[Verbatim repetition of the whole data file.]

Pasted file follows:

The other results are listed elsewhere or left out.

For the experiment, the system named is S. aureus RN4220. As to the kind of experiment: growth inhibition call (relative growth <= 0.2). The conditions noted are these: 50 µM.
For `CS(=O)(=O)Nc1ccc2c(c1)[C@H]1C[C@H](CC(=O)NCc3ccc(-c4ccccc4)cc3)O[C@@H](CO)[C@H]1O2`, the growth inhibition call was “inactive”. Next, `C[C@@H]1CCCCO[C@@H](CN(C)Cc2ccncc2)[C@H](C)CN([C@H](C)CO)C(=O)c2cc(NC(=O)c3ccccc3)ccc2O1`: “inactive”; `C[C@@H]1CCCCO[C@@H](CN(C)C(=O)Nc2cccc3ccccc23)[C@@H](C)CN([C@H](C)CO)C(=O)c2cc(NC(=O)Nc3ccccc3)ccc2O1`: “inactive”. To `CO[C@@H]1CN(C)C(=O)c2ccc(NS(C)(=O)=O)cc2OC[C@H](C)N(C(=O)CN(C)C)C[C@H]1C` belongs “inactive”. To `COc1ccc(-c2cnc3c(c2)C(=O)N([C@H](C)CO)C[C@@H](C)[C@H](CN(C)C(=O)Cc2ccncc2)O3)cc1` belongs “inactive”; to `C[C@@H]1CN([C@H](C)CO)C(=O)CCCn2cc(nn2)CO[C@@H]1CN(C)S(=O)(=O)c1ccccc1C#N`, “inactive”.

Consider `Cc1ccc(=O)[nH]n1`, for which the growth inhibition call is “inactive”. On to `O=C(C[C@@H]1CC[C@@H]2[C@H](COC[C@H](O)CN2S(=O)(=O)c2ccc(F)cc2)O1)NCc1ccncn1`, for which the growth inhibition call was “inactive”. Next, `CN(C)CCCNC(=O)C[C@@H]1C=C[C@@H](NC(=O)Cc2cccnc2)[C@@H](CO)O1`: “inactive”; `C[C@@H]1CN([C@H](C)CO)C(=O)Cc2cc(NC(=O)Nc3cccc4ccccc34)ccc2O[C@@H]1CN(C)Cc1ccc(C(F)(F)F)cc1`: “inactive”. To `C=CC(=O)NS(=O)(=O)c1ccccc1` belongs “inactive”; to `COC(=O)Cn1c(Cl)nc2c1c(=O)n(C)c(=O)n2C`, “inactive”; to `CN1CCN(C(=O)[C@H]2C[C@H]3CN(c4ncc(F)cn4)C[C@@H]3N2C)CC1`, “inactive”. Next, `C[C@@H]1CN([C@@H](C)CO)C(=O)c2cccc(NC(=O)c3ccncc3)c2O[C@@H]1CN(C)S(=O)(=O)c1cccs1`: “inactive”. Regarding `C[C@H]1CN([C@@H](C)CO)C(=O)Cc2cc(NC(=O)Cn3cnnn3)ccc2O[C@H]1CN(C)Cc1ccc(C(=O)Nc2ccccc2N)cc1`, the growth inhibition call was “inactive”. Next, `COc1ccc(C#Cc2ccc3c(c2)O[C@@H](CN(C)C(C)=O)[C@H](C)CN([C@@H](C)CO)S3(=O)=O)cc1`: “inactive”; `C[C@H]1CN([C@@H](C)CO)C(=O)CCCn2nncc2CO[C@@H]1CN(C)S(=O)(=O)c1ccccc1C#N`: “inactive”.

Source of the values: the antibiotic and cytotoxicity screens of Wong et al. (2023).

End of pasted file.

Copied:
The other results are listed elsewhere or left out.

For the experiment, the system named is S. aureus RN4220. As to the kind of experiment: growth inhibition call (relative growth <= 0.2). The conditions noted are these: 50 µM.
For `CS(=O)(=O)Nc1ccc2c(c1)[C@H]1C[C@H](CC(=O)NCc3ccc(-c4ccccc4)cc3)O[C@@H](CO)[C@H]1O2`, the growth inhibition call was “inactive”. Next, `C[C@@H]1CCCCO[C@@H](CN(C)Cc2ccncc2)[C@H](C)CN([C@H](C)CO)C(=O)c2cc(NC(=O)c3ccccc3)ccc2O1`: “inactive”; `C[C@@H]1CCCCO[C@@H](CN(C)C(=O)Nc2cccc3ccccc23)[C@@H](C)CN([C@H](C)CO)C(=O)c2cc(NC(=O)Nc3ccccc3)ccc2O1`: “inactive”. To `CO[C@@H]1CN(C)C(=O)c2ccc(NS(C)(=O)=O)cc2OC[C@H](C)N(C(=O)CN(C)C)C[C@H]1C` belongs “inactive”. To `COc1ccc(-c2cnc3c(c2)C(=O)N([C@H](C)CO)C[C@@H](C)[C@H](CN(C)C(=O)Cc2ccncc2)O3)cc1` belongs “inactive”; to `C[C@@H]1CN([C@H](C)CO)C(=O)CCCn2cc(nn2)CO[C@@H]1CN(C)S(=O)(=O)c1ccccc1C#N`, “inactive”.

Consider `Cc1ccc(=O)[nH]n1`, for which the growth inhibition call is “inactive”. On to `O=C(C[C@@H]1CC[C@@H]2[C@H](COC[C@H](O)CN2S(=O)(=O)c2ccc(F)cc2)O1)NCc1ccncn1`, for which the growth inhibition call was “inactive”. Next, `CN(C)CCCNC(=O)C[C@@H]1C=C[C@@H](NC(=O)Cc2cccnc2)[C@@H](CO)O1`: “inactive”; `C[C@@H]1CN([C@H](C)CO)C(=O)Cc2cc(NC(=O)Nc3cccc4ccccc34)ccc2O[C@@H]1CN(C)Cc1ccc(C(F)(F)F)cc1`: “inactive”. To `C=CC(=O)NS(=O)(=O)c1ccccc1` belongs “inactive”; to `COC(=O)Cn1c(Cl)nc2c1c(=O)n(C)c(=O)n2C`, “inactive”; to `CN1CCN(C(=O)[C@H]2C[C@H]3CN(c4ncc(F)cn4)C[C@@H]3N2C)CC1`, “inactive”. Next, `C[C@@H]1CN([C@@H](C)CO)C(=O)c2cccc(NC(=O)c3ccncc3)c2O[C@@H]1CN(C)S(=O)(=O)c1cccs1`: “inactive”. Regarding `C[C@H]1CN([C@@H](C)CO)C(=O)Cc2cc(NC(=O)Cn3cnnn3)ccc2O[C@H]1CN(C)Cc1ccc(C(=O)Nc2ccccc2N)cc1`, the growth inhibition call was “inactive”. Next, `COc1ccc(C#Cc2ccc3c(c2)O[C@@H](CN(C)C(C)=O)[C@H](C)CN([C@@H](C)CO)S3(=O)=O)cc1`: “inactive”; `C[C@H]1CN([C@@H](C)CO)C(=O)CCCn2nncc2CO[C@@H]1CN(C)S(=O)(=O)c1ccccc1C#N`: “inactive”.

Source of the values: the antibiotic and cytotoxicity screens of Wong et al. (2023).